In Mississippi in 1961, those involved in the movement trusted no politician. John Stennis was willing to be of some help occasionally. Senator James Eastland was an opportunist, a Citizens Council member, and a cruel individual, in Salter's opinion. Erle Johnston was an adversary, but Salter said he respected him. Salter and other activists from the outside generally had to assume that any Mississippi white person was the enemy.
Salter spoke some about Medgar Evers, and reported that he (Salter) and Edwin King were almost killed in a rigged car accident shortly after Evers' murder.
The 1964 Civil Rights Act allowed many whites who were secretly moderate, politically, to follow their own politics; they could say they had to abide by federal law. The Citizens' Council tried to convince people to boycott merchants who abided by the new law, but they were unsuccessful. The whole economic, political power structure of the South generally went along with the Act.
Salter also spoke about the Sovereignty Commission, which was essentially a secret police agency that accumulated a lot of poisonous data. Its primary goal was opposing social change. The Commission was functionally killed in the early 1970s and officially killed in 1977.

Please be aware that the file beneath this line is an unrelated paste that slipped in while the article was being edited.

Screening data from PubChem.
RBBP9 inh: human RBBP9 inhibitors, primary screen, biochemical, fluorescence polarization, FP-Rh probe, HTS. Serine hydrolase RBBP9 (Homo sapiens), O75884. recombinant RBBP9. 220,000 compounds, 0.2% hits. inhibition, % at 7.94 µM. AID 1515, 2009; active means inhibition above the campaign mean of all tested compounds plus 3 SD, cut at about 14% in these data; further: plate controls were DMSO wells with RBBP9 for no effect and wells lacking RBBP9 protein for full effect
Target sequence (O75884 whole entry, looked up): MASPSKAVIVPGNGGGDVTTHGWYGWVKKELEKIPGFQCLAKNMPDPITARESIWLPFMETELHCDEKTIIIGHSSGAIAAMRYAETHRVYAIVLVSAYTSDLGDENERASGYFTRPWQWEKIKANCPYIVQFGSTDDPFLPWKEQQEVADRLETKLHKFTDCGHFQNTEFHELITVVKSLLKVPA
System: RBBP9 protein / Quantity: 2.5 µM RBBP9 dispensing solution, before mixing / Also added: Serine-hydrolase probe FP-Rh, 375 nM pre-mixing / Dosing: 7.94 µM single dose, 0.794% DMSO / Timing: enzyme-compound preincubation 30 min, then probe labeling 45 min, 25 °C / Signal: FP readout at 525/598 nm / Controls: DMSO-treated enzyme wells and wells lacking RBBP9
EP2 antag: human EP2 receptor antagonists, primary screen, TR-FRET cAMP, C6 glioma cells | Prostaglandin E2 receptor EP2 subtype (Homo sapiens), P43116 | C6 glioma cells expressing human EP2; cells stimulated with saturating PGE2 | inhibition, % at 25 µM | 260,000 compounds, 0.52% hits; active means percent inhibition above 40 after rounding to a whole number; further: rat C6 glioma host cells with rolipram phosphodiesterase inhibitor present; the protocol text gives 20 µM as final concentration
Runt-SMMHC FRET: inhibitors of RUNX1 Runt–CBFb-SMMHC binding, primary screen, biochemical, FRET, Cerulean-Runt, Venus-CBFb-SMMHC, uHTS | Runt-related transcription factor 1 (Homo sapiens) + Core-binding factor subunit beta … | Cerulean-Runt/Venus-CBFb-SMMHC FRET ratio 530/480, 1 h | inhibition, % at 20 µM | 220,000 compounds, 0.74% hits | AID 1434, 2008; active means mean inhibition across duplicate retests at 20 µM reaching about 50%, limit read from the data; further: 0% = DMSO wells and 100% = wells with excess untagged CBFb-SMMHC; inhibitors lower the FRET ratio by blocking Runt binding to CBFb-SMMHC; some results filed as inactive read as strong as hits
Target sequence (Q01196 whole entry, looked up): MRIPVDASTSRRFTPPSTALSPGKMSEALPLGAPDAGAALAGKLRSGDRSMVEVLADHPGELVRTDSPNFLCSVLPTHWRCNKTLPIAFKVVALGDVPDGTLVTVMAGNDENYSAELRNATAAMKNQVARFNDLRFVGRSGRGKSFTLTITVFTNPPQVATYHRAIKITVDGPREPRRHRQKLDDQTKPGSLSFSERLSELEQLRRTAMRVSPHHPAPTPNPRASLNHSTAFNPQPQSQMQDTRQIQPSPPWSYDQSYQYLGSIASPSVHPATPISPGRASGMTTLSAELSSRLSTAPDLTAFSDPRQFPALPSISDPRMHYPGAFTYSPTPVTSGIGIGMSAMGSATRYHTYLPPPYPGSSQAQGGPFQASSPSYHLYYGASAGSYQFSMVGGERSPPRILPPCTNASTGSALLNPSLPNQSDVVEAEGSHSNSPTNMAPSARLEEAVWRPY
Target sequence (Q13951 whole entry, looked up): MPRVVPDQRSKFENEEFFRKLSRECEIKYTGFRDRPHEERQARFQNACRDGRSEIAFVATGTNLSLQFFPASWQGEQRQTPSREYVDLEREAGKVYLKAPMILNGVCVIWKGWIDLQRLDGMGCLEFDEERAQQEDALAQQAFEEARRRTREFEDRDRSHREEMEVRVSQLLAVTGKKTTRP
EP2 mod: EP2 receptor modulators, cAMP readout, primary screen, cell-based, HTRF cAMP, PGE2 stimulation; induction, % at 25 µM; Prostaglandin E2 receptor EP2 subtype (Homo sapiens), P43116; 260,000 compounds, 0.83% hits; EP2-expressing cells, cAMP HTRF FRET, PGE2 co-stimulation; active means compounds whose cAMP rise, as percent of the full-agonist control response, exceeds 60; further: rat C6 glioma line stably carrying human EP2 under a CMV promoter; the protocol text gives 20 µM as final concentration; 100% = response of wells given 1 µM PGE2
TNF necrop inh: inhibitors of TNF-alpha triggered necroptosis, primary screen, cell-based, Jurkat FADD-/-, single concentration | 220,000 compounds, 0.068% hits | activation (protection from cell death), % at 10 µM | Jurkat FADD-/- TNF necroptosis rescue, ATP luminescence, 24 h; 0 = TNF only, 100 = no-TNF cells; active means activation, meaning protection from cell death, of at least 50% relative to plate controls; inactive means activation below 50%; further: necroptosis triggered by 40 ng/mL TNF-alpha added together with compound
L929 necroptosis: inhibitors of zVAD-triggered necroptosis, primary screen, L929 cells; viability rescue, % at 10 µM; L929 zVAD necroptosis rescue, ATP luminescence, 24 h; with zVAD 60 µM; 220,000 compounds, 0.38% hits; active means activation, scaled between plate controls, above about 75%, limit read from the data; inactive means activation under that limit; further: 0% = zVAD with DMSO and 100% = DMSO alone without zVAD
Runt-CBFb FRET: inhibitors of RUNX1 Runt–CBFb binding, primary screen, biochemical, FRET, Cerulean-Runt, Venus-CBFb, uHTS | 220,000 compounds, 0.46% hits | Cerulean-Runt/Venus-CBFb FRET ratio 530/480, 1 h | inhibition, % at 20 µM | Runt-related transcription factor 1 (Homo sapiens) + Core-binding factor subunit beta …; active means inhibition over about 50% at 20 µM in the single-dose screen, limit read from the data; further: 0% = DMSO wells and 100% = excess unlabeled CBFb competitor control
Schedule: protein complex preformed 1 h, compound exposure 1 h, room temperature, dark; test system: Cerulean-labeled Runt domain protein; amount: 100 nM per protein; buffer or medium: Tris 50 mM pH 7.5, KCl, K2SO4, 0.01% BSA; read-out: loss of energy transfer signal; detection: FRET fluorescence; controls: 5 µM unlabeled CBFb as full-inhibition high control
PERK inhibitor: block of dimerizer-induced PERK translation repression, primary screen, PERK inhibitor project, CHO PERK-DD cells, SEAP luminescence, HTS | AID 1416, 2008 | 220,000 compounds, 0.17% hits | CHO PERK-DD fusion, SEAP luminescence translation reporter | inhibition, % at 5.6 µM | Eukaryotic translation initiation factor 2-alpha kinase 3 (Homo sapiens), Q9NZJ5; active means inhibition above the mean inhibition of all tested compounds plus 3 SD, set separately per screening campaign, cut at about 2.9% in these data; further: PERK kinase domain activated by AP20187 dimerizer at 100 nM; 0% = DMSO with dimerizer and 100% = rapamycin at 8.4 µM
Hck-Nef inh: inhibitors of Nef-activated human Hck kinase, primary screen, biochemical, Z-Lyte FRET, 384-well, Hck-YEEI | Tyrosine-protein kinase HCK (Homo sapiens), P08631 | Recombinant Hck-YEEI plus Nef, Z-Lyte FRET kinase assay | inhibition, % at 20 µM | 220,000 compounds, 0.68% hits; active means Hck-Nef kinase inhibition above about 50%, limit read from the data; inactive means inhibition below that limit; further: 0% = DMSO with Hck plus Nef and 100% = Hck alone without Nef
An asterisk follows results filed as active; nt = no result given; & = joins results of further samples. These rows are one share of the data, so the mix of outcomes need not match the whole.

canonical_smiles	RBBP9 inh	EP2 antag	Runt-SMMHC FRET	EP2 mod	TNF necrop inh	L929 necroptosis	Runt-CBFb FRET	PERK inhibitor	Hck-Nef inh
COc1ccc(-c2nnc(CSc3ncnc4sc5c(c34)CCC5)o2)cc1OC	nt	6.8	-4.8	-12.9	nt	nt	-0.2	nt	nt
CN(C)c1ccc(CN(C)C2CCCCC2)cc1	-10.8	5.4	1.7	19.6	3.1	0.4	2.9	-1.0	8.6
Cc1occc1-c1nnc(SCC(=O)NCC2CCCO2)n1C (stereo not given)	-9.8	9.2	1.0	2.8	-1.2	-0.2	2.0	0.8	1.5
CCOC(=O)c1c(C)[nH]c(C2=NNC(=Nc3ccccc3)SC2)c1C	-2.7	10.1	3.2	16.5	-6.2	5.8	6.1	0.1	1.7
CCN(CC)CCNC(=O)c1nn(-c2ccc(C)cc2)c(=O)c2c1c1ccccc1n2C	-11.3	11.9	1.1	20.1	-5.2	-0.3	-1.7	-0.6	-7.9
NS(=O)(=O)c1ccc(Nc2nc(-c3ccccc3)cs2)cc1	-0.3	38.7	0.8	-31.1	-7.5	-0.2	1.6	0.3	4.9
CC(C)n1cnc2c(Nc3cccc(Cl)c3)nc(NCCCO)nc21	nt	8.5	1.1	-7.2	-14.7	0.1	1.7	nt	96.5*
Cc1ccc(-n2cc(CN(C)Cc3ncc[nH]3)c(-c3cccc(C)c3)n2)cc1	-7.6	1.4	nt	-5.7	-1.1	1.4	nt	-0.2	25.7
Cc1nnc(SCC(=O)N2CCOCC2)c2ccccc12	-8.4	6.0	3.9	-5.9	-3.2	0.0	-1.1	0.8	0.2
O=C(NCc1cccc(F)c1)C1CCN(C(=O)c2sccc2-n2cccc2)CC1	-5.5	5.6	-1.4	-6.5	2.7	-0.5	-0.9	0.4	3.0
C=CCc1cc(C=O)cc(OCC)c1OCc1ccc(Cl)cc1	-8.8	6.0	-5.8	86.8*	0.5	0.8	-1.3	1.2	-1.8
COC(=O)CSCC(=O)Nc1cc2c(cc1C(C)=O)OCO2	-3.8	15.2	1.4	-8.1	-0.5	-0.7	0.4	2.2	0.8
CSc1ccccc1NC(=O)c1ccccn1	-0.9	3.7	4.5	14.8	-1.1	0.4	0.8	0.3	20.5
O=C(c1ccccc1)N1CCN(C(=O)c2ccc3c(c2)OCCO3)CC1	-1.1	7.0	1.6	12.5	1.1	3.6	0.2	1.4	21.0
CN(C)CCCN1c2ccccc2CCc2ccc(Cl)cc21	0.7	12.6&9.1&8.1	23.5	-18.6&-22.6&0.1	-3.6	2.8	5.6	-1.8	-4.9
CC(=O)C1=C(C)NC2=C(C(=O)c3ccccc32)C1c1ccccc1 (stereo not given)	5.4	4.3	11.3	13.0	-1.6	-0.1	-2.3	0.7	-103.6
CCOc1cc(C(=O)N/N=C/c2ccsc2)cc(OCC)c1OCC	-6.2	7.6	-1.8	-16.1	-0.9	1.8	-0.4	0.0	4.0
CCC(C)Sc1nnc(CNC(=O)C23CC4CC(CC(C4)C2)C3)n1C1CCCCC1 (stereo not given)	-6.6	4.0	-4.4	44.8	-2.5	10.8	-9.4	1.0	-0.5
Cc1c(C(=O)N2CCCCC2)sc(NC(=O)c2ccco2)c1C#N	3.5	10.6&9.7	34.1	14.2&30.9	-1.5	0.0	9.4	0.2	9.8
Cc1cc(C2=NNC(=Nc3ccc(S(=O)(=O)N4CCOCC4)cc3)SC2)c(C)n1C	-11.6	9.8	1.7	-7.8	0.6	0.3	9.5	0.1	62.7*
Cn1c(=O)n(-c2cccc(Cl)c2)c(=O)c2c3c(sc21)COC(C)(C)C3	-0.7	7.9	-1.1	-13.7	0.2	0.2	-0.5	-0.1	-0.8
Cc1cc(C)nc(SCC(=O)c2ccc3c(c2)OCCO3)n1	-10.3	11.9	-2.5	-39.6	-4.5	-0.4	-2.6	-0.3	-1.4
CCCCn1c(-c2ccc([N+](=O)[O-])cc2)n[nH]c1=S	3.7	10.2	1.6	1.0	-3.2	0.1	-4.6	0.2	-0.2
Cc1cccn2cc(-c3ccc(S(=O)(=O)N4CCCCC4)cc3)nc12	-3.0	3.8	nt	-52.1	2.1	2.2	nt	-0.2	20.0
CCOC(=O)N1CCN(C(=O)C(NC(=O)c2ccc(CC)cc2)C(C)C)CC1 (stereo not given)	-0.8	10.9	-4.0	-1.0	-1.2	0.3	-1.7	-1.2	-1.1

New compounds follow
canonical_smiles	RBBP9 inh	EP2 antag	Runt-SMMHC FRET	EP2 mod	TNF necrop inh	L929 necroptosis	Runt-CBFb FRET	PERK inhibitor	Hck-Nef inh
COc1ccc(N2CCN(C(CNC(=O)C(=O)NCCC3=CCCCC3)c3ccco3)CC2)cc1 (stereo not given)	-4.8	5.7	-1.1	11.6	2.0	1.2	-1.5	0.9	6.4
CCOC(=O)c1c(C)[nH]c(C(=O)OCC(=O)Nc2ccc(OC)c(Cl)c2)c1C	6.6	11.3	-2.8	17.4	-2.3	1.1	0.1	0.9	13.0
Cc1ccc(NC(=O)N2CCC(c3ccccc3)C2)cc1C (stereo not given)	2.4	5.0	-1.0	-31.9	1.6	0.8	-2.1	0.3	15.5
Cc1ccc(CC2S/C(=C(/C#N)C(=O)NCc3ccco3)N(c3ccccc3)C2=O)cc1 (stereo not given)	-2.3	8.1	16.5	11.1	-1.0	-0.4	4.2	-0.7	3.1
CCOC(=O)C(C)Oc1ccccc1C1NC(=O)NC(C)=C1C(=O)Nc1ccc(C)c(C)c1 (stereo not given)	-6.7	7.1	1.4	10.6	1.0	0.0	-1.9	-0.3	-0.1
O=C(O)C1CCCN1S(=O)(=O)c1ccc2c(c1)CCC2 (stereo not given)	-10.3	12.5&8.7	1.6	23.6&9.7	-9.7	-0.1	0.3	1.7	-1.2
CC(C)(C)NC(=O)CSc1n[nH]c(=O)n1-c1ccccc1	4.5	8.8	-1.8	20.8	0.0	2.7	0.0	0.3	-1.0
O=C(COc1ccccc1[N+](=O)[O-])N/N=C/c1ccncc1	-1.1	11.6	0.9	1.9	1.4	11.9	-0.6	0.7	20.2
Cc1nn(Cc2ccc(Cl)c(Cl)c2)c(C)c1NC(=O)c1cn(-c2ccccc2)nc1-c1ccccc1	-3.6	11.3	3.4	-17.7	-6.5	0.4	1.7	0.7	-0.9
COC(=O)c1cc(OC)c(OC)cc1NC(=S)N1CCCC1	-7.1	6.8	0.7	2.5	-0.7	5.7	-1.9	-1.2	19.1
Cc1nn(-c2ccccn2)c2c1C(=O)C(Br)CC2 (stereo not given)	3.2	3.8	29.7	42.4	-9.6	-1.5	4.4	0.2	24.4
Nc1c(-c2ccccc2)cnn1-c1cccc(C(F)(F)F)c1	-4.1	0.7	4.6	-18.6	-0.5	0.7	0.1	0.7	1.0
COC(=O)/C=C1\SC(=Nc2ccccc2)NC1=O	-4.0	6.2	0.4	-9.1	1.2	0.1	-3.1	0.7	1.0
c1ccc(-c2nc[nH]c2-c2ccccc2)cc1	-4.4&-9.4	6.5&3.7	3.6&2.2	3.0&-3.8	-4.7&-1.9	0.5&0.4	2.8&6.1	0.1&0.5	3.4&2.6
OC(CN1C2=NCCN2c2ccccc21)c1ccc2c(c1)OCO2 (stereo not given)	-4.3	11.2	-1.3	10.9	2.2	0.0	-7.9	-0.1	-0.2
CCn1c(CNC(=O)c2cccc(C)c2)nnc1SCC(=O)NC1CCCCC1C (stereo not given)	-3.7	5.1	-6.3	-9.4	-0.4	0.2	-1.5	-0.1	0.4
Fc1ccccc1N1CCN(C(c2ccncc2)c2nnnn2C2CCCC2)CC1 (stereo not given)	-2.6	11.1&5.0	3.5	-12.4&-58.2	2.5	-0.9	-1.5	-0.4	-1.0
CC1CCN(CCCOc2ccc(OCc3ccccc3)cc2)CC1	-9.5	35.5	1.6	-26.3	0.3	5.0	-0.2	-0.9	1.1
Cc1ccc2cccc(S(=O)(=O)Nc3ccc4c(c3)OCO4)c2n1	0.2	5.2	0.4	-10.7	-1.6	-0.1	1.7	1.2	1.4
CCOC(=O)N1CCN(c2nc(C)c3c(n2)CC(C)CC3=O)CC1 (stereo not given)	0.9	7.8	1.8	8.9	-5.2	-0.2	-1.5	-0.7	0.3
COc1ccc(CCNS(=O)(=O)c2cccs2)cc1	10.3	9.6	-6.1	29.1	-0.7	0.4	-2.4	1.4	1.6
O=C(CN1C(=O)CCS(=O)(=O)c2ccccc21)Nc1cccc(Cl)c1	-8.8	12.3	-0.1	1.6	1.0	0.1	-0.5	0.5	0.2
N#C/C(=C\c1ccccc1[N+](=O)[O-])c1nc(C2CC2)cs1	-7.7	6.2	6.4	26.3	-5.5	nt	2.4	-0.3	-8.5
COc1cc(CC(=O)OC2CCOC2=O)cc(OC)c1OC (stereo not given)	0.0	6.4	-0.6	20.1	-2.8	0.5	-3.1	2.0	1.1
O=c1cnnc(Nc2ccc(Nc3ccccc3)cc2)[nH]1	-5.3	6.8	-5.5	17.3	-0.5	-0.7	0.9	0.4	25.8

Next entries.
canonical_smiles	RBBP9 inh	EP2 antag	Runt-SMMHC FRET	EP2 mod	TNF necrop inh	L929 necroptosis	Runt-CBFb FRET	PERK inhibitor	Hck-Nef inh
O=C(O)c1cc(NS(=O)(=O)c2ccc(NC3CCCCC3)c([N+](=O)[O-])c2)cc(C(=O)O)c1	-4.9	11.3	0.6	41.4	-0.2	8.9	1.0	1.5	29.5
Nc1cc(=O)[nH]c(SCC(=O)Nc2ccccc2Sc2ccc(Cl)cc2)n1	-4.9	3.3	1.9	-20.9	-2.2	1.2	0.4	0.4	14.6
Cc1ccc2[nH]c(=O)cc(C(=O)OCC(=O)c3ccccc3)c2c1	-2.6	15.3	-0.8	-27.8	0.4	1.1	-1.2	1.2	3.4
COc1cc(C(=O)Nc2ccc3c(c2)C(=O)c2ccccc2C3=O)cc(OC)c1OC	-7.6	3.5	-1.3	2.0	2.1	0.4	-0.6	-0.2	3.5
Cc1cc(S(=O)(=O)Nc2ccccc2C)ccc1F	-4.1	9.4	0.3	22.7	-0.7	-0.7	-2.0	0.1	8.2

A Mississippi American Civil Liberties Union lawsuit was filed to open up the Commission's files. In 1985, Salter was part of a group allowed to look at them. He said the materials contained horrible allegations, and almost certainly lies. He wanted to work out arrangements where the public would have access to materials on the Sovereignty Commission, but not the information on private individuals; the ACLU did not like that arrangement. There was a big battle between open disclosure advocates and those who wanted to protect privacy rights.
Salter said he believes Byron De La Beckwith is guilty of Medgar Evers' murder, but a third trial is merely an effort to find a scapegoat in an attempt to deflect bad publicity caused by the movie "Mississippi Burning" and other factors. Mississippi has to put aside old antagonisms and work toward social and economic justice for everyone. He said the United States in general has never before gone as long without social upheaval as we have now, and the county is entering a time when we will see great social change.
Transcript: OGL#1213, Box 3, Folder 2 (113 pages and index)